F.E.A.S.T's Around The Dinner Table forum

Welcome to F.E.A.S.T's Around The Dinner Table forum. This is a free service provided for parents of those suffering from eating disorders. It is moderated by kind, experienced, parent caregivers trained to guide you in how to use the forum and how to find resources to help you support your family member. This forum is for parents of patients with all eating disorder diagnoses, all ages, around the world.

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Faddywrite
Have been allowing my d to help me cook a little up until now as she was grudgingly accepting the fact that I wasnt weighing the peas etc (she worries she wont get enough veg vitamins etc).But on Friday I was preparing to cook macaroni cheese, which she did love but now hates cos its calorific, when I noticed the butter I had weighed had disappeared..I looked around and my dauggter was standing scraping chunks of it into the bin!! She has never done anything like this and it scared me although I was also trying not to laugh as she did it so obviously! Anyway now that we are properly adding extra oil butter etc we both decided she is not allowed to be in the kitchen at all.
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Pingu
My d has said she finds it stressful to be around meal prep and feels like AN guilt if I tell her what to eat and don’t involve her
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Ocras68
Oh my goodness faddywrite. Now you have made the right decision in my opinion. The ED sufferer should not be in the kitchen at all, apart from to eat if that’s where the table is! I won’t let my daughter help me unpack the shopping, get stuff out of the fridge for cooking, have any say in ingredients, anything. It’s just too triggering and stressful, and opens the door for futile tormented discussion and negotiation. Many sufferers have said afterwards (or even at the time) that it was actually a huge relief when they weren’t allowed any part in food preparation any more. Choices are agony for someone with AN.

You’re in charge now. Back to the 50s and the old-fashioned way of serving up food (my theme at the moment). Good luck. Xx
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Mamaroo
So glad that you saw that one, well done!

One time I was busy and asked d to butter the bread rolls. When she was done, I noticed that the rolls had a super thin layer of butter on them - had to redo them all. So now I also exclude my daughters from cooking.  Can she help you in other ways? I get them to wash the dishes after dinner so that I can spend some time with my hubby.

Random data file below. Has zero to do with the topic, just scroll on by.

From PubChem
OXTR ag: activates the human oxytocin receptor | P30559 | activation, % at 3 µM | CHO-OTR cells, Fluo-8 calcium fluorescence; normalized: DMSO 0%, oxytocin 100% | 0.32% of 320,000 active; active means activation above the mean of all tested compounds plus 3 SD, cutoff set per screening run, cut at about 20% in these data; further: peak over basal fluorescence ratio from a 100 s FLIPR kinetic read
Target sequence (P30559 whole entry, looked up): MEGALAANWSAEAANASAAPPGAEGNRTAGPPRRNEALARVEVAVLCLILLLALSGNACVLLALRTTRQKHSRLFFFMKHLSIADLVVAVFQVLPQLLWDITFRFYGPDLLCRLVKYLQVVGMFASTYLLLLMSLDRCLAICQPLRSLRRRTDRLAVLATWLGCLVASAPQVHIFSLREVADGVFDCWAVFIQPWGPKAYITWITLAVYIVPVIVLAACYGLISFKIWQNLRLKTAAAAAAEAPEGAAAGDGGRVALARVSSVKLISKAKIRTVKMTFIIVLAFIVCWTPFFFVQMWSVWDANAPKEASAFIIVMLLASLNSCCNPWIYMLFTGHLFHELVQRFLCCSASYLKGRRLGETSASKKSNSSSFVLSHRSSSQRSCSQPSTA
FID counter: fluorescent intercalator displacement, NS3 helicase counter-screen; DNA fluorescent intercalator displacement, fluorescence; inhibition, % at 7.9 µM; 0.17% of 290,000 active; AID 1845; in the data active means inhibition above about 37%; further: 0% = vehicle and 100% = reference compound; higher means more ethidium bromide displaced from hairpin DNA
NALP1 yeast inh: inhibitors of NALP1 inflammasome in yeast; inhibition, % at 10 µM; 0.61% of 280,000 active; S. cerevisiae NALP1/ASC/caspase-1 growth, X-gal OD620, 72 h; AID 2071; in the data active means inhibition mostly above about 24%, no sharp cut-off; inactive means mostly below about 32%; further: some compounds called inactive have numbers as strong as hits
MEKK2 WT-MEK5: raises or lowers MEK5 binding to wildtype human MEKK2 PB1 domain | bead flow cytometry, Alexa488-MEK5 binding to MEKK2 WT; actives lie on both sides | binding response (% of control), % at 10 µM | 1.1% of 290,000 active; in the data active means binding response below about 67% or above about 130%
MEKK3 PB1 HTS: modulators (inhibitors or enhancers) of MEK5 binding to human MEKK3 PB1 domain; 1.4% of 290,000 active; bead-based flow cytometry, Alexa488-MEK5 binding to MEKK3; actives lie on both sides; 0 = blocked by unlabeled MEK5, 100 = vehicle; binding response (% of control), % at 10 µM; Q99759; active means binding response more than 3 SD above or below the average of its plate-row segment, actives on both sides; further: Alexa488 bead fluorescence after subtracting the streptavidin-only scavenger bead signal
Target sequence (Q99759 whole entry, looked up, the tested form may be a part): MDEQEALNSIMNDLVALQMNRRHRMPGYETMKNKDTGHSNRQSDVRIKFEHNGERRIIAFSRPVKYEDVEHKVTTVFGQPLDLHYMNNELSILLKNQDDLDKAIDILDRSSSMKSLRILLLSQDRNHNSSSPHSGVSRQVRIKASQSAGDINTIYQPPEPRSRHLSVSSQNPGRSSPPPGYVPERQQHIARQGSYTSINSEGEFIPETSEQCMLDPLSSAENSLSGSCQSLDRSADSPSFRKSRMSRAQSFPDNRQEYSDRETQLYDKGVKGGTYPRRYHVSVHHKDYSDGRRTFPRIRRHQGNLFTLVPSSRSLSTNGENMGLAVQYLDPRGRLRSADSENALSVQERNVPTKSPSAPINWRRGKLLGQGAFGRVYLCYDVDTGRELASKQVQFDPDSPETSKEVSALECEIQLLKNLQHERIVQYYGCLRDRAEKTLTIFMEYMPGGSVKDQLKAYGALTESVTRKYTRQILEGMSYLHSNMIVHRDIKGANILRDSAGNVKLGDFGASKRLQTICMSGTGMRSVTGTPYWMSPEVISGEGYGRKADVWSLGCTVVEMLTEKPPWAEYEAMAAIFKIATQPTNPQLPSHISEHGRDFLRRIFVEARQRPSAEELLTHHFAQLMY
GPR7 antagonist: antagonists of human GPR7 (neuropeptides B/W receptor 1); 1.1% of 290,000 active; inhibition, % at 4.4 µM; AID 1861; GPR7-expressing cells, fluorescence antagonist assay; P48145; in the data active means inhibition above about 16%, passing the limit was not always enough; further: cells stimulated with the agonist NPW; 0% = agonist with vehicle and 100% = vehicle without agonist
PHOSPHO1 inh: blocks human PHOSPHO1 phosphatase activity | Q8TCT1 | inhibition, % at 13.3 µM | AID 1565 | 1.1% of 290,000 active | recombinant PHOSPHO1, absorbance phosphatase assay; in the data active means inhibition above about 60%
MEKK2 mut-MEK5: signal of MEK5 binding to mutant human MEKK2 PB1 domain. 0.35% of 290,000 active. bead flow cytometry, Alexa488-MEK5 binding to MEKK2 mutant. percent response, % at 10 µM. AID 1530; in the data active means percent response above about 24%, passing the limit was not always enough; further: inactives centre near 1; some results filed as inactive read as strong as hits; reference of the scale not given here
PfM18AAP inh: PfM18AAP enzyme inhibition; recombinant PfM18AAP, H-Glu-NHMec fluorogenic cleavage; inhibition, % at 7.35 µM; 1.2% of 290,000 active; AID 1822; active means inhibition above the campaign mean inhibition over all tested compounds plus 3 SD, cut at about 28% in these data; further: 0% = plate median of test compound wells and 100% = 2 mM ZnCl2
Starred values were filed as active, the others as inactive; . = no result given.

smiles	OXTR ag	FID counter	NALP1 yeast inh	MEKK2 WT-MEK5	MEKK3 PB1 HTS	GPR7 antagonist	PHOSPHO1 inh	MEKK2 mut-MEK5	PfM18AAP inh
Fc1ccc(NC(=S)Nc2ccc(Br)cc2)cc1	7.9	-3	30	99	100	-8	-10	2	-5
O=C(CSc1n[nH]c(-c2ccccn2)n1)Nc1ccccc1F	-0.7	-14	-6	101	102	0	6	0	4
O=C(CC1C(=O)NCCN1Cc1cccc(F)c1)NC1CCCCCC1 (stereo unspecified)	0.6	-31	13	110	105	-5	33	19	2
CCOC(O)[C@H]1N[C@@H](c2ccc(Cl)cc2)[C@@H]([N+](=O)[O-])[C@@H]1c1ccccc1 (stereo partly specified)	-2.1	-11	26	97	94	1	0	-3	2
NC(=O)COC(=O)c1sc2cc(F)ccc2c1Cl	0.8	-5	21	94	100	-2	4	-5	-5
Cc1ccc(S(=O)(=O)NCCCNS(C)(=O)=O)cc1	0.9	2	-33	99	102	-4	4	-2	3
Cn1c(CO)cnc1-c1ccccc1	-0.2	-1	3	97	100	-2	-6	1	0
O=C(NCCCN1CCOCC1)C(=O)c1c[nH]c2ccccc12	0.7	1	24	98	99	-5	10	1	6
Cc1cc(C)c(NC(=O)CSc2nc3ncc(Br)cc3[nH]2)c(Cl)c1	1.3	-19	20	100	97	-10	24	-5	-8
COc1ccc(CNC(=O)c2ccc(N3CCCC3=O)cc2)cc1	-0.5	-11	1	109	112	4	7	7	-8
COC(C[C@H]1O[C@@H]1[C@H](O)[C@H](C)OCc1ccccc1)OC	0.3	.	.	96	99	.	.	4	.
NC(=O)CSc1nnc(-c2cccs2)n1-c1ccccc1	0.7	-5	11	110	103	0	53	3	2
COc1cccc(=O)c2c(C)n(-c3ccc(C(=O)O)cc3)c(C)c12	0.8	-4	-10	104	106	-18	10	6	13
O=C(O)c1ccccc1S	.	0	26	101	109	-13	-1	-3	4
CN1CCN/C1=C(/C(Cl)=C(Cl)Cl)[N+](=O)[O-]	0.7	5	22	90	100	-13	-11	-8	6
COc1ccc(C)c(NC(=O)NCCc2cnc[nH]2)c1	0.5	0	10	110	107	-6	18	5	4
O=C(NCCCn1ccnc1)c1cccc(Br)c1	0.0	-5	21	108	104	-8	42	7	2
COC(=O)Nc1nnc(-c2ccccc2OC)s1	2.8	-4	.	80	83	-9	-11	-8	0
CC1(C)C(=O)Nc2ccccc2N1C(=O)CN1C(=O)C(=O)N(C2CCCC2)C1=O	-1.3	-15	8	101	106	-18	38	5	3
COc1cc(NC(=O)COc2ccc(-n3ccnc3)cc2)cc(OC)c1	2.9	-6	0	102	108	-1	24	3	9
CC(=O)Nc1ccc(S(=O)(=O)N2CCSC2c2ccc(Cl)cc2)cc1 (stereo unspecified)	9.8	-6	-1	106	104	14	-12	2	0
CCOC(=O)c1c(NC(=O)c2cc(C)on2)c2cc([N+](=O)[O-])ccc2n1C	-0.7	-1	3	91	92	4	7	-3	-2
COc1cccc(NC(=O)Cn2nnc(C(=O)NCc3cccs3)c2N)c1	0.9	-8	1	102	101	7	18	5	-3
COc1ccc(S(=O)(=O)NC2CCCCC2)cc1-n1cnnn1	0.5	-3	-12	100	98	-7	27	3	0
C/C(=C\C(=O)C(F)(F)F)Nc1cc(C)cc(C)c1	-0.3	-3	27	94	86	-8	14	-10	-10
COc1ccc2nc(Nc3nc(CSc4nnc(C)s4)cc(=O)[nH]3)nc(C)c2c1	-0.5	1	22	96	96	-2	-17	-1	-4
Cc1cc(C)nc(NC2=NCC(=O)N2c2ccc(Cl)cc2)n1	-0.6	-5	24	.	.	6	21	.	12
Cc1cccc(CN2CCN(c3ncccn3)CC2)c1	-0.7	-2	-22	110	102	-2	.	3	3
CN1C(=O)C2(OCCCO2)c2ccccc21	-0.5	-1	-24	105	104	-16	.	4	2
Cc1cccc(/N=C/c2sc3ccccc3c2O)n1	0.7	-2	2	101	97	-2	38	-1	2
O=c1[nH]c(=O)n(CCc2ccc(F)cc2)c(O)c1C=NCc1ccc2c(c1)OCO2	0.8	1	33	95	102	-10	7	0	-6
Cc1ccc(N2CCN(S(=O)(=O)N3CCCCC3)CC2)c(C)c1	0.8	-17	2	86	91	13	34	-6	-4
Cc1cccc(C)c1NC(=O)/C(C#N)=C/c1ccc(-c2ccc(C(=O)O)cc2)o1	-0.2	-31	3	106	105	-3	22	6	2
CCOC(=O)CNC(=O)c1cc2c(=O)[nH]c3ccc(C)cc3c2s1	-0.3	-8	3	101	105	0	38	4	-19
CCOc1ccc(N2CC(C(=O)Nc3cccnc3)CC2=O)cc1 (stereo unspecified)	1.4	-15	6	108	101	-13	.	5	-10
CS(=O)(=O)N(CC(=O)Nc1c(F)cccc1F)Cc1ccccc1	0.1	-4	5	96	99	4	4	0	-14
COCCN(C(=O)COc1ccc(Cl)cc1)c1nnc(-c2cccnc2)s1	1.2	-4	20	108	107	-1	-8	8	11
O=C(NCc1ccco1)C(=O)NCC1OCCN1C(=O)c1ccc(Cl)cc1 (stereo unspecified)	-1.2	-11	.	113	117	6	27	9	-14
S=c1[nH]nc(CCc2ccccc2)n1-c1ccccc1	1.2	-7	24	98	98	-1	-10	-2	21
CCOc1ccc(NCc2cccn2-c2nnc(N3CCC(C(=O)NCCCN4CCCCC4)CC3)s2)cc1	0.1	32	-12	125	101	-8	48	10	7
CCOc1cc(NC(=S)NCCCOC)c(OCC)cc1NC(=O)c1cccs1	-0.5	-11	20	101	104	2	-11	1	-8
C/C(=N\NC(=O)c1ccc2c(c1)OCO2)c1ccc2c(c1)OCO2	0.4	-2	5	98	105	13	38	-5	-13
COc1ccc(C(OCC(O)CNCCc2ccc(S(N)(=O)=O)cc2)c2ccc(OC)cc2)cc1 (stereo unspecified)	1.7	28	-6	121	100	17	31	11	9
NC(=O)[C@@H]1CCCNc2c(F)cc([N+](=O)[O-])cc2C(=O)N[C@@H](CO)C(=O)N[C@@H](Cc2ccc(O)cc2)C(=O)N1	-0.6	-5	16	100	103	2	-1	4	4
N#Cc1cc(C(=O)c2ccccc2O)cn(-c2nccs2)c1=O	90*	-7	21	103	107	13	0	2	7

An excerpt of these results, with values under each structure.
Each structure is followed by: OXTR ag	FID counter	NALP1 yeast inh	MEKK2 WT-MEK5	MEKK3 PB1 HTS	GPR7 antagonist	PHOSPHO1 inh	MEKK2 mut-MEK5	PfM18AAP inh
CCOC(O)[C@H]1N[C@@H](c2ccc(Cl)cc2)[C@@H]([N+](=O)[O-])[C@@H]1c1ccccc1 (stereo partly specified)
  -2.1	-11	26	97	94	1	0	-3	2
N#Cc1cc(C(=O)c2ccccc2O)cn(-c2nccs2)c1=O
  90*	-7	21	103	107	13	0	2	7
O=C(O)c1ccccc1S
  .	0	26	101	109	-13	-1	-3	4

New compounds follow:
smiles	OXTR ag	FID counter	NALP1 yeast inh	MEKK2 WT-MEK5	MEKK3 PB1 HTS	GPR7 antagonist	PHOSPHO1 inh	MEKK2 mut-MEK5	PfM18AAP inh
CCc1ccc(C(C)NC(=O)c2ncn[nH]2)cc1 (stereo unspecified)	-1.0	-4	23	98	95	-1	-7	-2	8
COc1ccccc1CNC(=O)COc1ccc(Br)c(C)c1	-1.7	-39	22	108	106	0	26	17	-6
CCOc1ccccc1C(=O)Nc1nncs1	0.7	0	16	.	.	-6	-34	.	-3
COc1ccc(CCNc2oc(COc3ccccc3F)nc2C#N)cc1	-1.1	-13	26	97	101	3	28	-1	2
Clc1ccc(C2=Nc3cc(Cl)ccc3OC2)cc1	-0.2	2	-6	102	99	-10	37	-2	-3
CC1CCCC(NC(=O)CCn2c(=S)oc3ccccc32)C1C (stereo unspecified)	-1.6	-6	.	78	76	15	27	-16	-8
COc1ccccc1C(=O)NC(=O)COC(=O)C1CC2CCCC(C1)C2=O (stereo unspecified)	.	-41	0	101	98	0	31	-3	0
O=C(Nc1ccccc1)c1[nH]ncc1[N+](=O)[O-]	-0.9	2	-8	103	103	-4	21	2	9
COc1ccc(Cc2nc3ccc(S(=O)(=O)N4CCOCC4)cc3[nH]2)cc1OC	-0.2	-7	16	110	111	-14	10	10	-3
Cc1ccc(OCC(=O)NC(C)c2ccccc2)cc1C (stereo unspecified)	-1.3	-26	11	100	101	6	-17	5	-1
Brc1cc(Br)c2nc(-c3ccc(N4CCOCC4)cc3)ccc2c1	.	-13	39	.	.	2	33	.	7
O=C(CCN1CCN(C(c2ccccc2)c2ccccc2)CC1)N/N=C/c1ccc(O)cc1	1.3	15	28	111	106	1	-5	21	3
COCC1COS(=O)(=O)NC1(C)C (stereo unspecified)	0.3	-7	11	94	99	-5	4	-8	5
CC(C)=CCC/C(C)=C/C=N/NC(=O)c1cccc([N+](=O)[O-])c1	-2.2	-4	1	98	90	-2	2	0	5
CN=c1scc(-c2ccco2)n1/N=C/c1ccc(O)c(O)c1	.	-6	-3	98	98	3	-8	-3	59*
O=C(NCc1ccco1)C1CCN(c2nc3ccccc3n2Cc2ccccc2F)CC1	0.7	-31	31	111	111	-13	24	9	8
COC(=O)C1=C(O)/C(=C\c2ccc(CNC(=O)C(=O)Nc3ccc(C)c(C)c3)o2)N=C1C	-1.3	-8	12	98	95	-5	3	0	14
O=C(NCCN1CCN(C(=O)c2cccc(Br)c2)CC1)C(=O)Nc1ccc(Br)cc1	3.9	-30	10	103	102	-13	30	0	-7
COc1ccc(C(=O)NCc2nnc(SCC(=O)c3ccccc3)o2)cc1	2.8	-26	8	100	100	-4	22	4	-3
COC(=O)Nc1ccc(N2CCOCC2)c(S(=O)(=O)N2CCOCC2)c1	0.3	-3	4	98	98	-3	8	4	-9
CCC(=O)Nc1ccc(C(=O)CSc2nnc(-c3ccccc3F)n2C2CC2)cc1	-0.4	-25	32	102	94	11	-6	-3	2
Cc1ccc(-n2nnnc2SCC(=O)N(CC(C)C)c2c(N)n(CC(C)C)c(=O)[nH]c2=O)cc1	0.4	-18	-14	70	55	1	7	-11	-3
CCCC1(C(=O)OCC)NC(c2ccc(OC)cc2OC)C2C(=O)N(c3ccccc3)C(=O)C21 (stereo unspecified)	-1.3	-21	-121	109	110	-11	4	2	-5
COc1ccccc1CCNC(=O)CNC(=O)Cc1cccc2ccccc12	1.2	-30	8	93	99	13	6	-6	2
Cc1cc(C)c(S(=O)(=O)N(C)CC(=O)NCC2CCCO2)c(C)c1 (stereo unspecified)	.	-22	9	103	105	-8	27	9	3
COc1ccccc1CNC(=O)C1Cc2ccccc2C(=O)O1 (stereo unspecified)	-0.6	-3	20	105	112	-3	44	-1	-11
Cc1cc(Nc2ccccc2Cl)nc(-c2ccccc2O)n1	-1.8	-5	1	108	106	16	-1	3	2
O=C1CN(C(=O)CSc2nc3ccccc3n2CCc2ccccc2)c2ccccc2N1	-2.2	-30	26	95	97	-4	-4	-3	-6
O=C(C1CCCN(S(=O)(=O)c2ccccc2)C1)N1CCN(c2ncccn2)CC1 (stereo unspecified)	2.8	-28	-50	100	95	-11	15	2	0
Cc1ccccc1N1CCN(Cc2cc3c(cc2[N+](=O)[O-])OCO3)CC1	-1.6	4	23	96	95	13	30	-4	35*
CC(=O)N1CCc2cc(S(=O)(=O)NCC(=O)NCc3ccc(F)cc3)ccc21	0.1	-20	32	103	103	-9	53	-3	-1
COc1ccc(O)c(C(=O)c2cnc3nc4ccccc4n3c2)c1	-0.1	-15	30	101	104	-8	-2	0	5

Ocras68, we do the same, I plate everyone's meals like in the 50's :-))))
D became obsessed with exercise at age 9 and started eating 'healthy' at age 9.5. Restricting couple of months later. IP for 2 weeks at age 10. Slowly refed for months on Ensures alone, followed by swap over with food at a snails pace. WR after a year at age 11 in March 2017. View my recipes on my YouTube channel: https://www.youtube.com/channel/UCKLW6A6sDO3ZDq8npNm8_ww
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ValentinaGermania
Best decision ever here and Nr. 1 on nearly every FBT to-do-list. [wink]
Keep feeding. There is light at the end of the tunnel.
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Faddywrite
Mamaroo wrote:
So glad that you saw that one, well done!

One time I was busy and asked d to butter the bread rolls. When she was done, I noticed that the rolls had a super thin layer of butter on them - had to redo them all. So now I also exclude my daughters from cooking.  Can she help you in other ways? I get them to wash the dishes after dinner so that I can spend some time with my hubby. 

Ocras68, we do the same, I plate everyone's meals like in the 50's :-))))



Thanks Mamaroo, I am still feeling  a bit shocked as have never seen her throw any food away until now. She knows I am adding butter and yesterday joked tht she would throw it away again, so I have to sit her down and tell her that for her own well being no more helping in the kitchen and that she can completely trust us.
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ValentinaGermania
They do a lot of things during AN you would NEVER have thought they will do. That is the disease. Their brains are not working any more. That is why you cannot trust her at the moment.
Keep feeding. There is light at the end of the tunnel.
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